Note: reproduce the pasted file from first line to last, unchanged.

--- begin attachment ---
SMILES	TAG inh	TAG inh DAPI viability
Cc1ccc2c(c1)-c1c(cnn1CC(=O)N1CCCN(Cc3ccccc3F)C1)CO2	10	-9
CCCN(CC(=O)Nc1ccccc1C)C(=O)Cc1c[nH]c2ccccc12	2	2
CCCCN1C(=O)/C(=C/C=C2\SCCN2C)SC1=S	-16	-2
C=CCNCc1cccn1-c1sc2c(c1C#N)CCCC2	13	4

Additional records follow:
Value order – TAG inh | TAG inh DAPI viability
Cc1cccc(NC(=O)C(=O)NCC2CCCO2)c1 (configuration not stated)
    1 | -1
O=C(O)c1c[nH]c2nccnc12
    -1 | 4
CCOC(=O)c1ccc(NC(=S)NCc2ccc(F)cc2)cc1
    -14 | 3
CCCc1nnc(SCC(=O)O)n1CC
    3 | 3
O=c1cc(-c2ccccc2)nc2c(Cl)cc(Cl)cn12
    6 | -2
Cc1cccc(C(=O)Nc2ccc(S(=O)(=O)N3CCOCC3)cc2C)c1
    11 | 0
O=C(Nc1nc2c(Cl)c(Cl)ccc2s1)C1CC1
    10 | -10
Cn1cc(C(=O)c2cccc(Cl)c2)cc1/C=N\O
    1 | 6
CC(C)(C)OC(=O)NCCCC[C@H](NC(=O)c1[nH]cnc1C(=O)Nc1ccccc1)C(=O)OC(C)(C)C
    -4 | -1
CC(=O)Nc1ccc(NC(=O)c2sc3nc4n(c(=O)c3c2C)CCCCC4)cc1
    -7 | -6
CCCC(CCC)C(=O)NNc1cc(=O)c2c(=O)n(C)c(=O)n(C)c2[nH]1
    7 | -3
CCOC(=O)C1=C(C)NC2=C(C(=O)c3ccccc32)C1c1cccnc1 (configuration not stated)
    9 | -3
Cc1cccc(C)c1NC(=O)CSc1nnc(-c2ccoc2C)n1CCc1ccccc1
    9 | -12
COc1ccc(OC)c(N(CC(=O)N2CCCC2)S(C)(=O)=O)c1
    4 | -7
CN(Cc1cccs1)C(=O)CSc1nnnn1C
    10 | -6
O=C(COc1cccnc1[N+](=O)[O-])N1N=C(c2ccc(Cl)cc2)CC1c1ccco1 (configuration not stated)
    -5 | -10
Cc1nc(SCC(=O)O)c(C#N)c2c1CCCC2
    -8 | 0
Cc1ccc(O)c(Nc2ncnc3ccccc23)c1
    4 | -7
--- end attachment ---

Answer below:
SMILES	TAG inh	TAG inh DAPI viability
Cc1ccc2c(c1)-c1c(cnn1CC(=O)N1CCCN(Cc3ccccc3F)C1)CO2	10	-9
CCCN(CC(=O)Nc1ccccc1C)C(=O)Cc1c[nH]c2ccccc12	2	2
CCCCN1C(=O)/C(=C/C=C2\SCCN2C)SC1=S	-16	-2
C=CCNCc1cccn1-c1sc2c(c1C#N)CCCC2	13	4

Additional records follow:
Value order – TAG inh | TAG inh DAPI viability
Cc1cccc(NC(=O)C(=O)NCC2CCCO2)c1 (configuration not stated)
    1 | -1
O=C(O)c1c[nH]c2nccnc12
    -1 | 4
CCOC(=O)c1ccc(NC(=S)NCc2ccc(F)cc2)cc1
    -14 | 3
CCCc1nnc(SCC(=O)O)n1CC
    3 | 3
O=c1cc(-c2ccccc2)nc2c(Cl)cc(Cl)cn12
    6 | -2
Cc1cccc(C(=O)Nc2ccc(S(=O)(=O)N3CCOCC3)cc2C)c1
    11 | 0
O=C(Nc1nc2c(Cl)c(Cl)ccc2s1)C1CC1
    10 | -10
Cn1cc(C(=O)c2cccc(Cl)c2)cc1/C=N\O
    1 | 6
CC(C)(C)OC(=O)NCCCC[C@H](NC(=O)c1[nH]cnc1C(=O)Nc1ccccc1)C(=O)OC(C)(C)C
    -4 | -1
CC(=O)Nc1ccc(NC(=O)c2sc3nc4n(c(=O)c3c2C)CCCCC4)cc1
    -7 | -6
CCCC(CCC)C(=O)NNc1cc(=O)c2c(=O)n(C)c(=O)n(C)c2[nH]1
    7 | -3
CCOC(=O)C1=C(C)NC2=C(C(=O)c3ccccc32)C1c1cccnc1 (configuration not stated)
    9 | -3
Cc1cccc(C)c1NC(=O)CSc1nnc(-c2ccoc2C)n1CCc1ccccc1
    9 | -12
COc1ccc(OC)c(N(CC(=O)N2CCCC2)S(C)(=O)=O)c1
    4 | -7
CN(Cc1cccs1)C(=O)CSc1nnnn1C
    10 | -6
O=C(COc1cccnc1[N+](=O)[O-])N1N=C(c2ccc(Cl)cc2)CC1c1ccco1 (configuration not stated)
    -5 | -10
Cc1nc(SCC(=O)O)c(C#N)c2c1CCCC2
    -8 | 0
Cc1ccc(O)c(Nc2ncnc3ccccc23)c1
    4 | -7